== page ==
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Politics

Trump to manufacturers: 'The era of economic surrender is over'

President Donald Trump on Friday addressed a meeting of the National Association of Manufacturers in Washington and declared that "the era of economic surrender is over."

Trump said the newly released Republican tax reform plan would result in the "rebirth of American industry."

Speaking before a friendly and enthusiastic audience of business owners and CEOs, the president touted what he called "a giant, beautiful, massive, the-biggest-ever-in-our-country, tax cut" for businesses, that he said is at the center of his economic revival plan. He also outlined some of the biggest changes his tax plan would make for businesses.

"For the majority of American manufacturers that file taxes as sole-proprietors, S corporations or partnerships, we will cap your top tax rate at a maximum of 25 percent. This will be the lowest top marginal income tax rate for small and medium-sized businesses in more than 80 years," he said, adding, "this huge tax cut will be rocket fuel for our economy."

Trump also highlighted tax reforms intended specifically to aid manufacturing and other industries that rely on heavy machinery. "For the next five years, our framework will allow you to fully write off the cost of new equipment in the year you buy it," the president said. "That means more production, more investment and more jobs."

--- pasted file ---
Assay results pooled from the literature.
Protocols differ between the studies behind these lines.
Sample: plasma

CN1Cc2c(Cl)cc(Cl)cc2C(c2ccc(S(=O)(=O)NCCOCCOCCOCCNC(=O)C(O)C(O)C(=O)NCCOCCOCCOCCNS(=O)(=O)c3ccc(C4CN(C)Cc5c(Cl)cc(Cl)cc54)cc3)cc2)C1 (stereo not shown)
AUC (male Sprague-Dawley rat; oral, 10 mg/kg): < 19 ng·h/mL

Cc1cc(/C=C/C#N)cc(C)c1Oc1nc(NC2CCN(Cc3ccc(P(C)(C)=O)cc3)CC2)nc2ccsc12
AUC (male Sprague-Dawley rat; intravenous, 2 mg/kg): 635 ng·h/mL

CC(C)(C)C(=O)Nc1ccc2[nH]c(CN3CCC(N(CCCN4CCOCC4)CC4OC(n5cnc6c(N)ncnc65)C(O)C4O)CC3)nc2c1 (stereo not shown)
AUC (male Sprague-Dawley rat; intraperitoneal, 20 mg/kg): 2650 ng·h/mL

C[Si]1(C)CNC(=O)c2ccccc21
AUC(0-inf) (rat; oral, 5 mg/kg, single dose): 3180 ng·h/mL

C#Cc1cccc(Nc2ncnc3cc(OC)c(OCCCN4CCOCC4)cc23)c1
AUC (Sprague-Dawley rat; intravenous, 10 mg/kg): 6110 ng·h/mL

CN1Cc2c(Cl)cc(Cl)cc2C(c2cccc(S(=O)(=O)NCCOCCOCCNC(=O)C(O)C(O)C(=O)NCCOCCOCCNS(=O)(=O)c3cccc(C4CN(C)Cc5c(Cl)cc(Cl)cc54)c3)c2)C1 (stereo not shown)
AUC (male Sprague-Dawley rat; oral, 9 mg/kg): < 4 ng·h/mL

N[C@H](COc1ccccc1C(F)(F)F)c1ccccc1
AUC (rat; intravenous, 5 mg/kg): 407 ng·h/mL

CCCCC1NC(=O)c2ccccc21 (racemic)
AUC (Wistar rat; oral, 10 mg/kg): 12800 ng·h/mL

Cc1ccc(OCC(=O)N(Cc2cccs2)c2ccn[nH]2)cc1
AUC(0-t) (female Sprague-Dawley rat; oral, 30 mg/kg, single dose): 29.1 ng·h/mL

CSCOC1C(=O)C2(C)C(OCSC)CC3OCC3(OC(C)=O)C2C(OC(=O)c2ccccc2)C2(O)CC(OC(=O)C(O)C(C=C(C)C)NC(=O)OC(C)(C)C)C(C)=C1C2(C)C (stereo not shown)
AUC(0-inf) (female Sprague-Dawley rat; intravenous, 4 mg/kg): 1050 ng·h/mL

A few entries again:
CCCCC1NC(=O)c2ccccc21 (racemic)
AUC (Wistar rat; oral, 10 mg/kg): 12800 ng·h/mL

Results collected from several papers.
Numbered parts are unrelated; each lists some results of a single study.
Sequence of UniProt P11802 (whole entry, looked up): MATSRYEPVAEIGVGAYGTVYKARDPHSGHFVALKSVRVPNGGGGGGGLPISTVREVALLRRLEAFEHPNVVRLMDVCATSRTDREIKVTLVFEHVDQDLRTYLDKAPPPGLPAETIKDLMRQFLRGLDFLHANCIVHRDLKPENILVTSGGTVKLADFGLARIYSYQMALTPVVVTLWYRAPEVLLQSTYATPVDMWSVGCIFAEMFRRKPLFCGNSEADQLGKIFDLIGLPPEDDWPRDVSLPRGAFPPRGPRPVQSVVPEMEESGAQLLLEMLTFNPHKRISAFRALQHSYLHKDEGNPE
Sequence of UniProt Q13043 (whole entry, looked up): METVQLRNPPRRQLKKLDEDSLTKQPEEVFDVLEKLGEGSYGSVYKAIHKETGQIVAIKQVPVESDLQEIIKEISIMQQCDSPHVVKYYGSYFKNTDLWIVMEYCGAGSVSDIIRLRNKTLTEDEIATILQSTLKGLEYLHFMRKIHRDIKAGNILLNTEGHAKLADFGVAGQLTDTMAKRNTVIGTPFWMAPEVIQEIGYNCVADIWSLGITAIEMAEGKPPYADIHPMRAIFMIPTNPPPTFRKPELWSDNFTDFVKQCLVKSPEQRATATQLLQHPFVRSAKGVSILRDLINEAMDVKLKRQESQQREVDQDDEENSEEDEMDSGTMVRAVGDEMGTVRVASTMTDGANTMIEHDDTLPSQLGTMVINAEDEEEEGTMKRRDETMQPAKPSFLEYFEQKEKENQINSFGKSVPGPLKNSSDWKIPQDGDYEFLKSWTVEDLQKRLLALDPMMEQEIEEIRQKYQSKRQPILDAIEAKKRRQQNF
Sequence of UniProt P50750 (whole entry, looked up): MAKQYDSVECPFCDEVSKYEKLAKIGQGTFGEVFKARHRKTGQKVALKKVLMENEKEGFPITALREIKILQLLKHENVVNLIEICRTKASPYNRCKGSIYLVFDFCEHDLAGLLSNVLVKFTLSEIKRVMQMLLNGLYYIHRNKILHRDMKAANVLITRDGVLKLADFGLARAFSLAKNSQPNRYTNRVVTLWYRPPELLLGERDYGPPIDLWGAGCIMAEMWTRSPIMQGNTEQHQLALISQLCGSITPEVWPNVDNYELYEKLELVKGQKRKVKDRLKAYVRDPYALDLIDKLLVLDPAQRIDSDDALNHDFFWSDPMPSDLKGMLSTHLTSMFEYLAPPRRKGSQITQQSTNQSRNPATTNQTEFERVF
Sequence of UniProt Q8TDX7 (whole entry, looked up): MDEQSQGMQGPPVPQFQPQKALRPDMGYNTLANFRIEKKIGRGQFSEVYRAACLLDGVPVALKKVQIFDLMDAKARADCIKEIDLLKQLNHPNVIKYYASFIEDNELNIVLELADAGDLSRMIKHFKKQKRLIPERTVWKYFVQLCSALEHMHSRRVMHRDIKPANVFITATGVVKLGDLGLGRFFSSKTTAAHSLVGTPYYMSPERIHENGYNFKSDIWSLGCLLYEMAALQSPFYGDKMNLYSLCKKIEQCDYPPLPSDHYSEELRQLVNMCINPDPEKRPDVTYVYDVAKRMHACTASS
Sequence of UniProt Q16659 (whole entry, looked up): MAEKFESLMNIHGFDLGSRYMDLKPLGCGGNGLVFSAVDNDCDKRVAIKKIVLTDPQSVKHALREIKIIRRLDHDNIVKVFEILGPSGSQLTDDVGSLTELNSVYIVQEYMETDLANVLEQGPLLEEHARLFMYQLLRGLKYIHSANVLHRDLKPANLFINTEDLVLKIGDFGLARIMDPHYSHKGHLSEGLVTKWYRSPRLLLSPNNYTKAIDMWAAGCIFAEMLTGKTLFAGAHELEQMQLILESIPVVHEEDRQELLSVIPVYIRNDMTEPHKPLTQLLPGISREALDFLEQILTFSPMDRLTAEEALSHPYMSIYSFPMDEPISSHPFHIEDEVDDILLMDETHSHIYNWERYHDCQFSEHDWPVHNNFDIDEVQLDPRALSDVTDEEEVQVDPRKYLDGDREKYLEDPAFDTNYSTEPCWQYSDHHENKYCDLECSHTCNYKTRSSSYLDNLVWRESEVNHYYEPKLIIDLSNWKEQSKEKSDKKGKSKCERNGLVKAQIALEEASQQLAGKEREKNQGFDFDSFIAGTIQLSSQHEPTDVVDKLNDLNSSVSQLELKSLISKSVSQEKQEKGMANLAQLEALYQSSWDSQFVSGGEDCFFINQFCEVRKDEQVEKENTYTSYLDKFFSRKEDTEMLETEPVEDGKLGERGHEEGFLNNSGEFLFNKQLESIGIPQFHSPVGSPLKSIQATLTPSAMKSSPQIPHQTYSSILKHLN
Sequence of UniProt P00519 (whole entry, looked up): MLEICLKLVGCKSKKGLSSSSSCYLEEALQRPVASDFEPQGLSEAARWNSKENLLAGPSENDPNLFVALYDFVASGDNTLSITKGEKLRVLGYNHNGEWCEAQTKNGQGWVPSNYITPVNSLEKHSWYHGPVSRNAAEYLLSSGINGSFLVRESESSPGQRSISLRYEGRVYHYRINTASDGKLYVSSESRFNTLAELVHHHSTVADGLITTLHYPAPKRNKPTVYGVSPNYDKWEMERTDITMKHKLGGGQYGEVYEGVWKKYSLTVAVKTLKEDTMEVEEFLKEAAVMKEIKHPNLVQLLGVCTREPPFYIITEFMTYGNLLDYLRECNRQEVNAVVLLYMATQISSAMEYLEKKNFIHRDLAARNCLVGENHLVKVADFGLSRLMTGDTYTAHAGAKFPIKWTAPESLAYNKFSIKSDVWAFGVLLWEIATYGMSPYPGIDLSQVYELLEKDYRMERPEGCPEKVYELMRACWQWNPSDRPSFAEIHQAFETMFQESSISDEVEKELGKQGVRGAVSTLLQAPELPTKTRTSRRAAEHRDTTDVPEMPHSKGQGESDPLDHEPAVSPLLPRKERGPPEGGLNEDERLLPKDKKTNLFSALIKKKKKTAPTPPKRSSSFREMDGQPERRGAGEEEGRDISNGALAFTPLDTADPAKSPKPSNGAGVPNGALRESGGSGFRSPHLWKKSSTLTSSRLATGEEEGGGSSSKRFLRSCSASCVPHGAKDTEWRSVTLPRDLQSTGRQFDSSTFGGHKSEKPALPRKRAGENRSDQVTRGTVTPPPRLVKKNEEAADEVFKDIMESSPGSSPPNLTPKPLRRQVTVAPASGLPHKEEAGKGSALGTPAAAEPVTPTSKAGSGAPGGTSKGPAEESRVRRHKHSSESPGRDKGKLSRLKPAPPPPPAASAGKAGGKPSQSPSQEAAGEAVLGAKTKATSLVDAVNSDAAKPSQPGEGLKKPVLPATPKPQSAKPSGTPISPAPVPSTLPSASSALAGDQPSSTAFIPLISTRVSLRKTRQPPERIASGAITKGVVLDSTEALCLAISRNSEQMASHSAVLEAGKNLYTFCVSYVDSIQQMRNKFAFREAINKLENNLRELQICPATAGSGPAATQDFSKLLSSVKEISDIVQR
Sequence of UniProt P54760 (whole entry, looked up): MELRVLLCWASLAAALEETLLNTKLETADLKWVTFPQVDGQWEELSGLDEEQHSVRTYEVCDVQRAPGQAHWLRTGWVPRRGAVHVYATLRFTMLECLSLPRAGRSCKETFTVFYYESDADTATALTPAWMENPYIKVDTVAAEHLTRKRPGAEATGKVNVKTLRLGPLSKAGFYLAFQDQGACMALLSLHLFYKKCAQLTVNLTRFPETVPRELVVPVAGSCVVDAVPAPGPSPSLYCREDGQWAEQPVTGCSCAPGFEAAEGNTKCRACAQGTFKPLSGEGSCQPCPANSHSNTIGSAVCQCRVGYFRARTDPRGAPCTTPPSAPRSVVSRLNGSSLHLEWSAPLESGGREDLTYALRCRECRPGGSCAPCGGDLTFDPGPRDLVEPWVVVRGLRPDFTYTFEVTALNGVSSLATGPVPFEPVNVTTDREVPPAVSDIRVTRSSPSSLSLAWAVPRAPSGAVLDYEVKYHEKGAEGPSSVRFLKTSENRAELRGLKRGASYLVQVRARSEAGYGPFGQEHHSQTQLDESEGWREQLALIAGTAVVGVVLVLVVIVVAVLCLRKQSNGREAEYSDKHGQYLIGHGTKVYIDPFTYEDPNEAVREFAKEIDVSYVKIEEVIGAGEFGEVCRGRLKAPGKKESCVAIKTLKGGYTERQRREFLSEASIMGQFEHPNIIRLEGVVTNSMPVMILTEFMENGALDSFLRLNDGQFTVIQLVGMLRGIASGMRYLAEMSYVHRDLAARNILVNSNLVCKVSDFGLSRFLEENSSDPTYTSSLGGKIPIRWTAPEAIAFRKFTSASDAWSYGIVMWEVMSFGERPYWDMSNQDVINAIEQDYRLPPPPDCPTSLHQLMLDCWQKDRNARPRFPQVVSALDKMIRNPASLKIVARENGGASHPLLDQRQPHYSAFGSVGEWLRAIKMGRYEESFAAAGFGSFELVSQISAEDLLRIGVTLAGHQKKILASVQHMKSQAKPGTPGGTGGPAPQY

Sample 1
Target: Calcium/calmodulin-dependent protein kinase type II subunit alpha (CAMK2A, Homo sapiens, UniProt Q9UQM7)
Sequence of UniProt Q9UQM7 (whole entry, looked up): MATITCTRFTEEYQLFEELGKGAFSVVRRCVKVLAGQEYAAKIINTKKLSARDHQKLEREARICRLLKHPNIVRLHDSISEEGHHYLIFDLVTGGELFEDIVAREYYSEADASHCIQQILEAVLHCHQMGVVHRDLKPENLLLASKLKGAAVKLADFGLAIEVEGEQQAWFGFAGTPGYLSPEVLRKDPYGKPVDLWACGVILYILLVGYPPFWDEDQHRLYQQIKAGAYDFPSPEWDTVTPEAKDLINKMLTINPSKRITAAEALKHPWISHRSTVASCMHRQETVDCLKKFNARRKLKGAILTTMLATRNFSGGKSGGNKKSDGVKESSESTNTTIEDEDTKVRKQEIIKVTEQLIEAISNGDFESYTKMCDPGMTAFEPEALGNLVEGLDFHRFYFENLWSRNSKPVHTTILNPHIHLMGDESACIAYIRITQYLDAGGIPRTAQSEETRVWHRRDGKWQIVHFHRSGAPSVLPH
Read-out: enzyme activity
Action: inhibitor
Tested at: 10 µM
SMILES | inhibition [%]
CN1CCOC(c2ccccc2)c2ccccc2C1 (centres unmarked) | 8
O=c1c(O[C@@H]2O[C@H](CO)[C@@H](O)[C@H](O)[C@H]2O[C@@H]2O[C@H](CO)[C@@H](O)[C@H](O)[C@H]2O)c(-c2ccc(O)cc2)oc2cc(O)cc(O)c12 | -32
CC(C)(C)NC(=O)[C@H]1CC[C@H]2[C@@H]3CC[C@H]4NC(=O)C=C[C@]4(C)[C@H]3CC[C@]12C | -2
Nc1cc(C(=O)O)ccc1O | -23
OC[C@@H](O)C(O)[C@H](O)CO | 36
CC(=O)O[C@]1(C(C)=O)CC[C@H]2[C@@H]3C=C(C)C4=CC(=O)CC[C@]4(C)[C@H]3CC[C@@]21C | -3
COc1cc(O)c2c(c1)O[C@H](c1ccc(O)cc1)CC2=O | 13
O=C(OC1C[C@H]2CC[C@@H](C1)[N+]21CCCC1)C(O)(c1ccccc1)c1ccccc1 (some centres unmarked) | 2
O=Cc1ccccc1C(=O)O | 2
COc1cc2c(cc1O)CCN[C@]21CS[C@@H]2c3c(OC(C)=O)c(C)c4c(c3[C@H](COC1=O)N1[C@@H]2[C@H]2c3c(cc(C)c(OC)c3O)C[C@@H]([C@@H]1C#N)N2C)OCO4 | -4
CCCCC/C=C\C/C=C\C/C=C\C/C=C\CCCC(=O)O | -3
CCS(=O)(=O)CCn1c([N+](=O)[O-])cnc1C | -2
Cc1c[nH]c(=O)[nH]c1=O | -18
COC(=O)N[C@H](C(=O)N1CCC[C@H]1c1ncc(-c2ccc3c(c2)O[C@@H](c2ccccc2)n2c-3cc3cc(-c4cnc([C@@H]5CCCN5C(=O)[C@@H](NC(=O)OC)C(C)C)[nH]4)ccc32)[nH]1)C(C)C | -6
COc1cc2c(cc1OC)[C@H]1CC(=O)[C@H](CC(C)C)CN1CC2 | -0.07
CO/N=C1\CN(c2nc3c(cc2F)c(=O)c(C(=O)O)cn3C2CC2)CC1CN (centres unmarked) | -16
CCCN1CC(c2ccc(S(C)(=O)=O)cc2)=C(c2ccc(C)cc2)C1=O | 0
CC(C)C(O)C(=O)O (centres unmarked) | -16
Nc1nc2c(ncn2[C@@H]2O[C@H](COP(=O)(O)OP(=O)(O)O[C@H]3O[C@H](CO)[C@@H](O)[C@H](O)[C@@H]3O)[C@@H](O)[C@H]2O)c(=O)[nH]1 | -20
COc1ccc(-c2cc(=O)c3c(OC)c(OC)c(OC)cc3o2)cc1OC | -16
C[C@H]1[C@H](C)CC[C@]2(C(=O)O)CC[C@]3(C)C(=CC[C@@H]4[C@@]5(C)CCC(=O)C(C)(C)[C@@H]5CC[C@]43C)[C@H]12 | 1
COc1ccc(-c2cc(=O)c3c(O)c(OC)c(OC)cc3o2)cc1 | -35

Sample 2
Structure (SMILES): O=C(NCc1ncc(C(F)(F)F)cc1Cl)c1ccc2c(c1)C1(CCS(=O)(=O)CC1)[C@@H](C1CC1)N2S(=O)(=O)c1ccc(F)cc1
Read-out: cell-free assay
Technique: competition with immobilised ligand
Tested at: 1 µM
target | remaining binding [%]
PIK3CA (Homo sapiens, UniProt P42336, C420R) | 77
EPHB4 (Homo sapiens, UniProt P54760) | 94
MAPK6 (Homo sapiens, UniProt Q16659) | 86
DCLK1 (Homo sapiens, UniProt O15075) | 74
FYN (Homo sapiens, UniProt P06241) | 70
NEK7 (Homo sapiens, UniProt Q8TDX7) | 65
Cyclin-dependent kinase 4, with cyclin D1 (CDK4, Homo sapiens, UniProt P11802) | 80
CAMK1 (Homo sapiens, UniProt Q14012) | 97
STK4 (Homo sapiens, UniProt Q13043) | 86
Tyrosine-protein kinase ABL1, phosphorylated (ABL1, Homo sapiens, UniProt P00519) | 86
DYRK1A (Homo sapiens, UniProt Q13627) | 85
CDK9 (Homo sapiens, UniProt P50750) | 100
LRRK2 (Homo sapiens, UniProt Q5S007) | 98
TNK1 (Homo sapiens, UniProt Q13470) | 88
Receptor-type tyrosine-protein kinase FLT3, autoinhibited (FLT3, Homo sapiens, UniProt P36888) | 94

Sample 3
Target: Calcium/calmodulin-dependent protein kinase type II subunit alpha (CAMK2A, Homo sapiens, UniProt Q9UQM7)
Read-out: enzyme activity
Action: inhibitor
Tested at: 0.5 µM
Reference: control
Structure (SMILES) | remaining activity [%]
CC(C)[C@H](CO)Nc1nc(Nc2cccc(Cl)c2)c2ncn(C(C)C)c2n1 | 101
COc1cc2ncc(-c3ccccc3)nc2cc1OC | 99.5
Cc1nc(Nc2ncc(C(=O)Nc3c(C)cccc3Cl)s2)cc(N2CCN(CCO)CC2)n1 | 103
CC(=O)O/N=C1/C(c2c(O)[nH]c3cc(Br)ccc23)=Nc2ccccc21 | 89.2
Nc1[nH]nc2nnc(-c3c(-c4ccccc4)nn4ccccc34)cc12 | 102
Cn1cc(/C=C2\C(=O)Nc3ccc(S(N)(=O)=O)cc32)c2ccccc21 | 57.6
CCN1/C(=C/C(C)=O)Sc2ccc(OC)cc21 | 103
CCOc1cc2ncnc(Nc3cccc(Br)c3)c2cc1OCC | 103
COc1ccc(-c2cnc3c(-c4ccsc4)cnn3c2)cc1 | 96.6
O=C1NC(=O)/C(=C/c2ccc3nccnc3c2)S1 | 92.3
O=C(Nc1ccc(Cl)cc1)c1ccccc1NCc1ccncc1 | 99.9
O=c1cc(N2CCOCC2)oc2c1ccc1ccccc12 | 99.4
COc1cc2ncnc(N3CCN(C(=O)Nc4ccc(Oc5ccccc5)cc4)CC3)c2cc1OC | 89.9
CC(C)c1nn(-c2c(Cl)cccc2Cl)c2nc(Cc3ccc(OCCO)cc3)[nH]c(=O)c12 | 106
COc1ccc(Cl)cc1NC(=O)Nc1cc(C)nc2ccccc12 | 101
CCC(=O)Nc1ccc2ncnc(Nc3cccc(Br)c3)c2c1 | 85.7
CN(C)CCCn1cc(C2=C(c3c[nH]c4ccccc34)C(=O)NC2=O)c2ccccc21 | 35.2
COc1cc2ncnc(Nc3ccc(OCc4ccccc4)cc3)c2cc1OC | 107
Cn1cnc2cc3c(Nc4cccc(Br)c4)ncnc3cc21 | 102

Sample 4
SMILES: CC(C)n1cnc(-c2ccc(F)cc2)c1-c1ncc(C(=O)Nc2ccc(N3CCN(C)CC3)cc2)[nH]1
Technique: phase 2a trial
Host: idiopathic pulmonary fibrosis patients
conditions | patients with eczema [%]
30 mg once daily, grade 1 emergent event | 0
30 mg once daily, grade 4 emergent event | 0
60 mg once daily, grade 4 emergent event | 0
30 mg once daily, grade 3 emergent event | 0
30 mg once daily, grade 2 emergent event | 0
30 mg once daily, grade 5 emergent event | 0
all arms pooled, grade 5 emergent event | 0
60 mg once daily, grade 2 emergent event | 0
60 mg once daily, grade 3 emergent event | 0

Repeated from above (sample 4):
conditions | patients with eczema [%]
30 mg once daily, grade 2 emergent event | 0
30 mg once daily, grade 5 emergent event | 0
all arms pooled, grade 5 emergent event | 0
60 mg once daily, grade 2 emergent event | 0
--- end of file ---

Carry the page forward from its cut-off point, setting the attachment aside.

The speech before the manufacturers group came just two days after Trump and congressional Republicans released their tax reform framework, which consists of sweeping cuts to marginal tax rates for both individuals and businesses.

But critics, and even some Republicans, quickly noted that the tax reform framework contained no specifics on how the massive cuts would be paid for. Unless more revenue sources are added to the current tax plan, it could end up adding trillions of dollars to the national debt.

Trump, however, did not go into the details on Friday. "We want every American to know the dignity of work, the pride of a paycheck, and the satisfaction of a job well done," he said.

WATCH: Snap-On CEO on manufacturing and the current tax code

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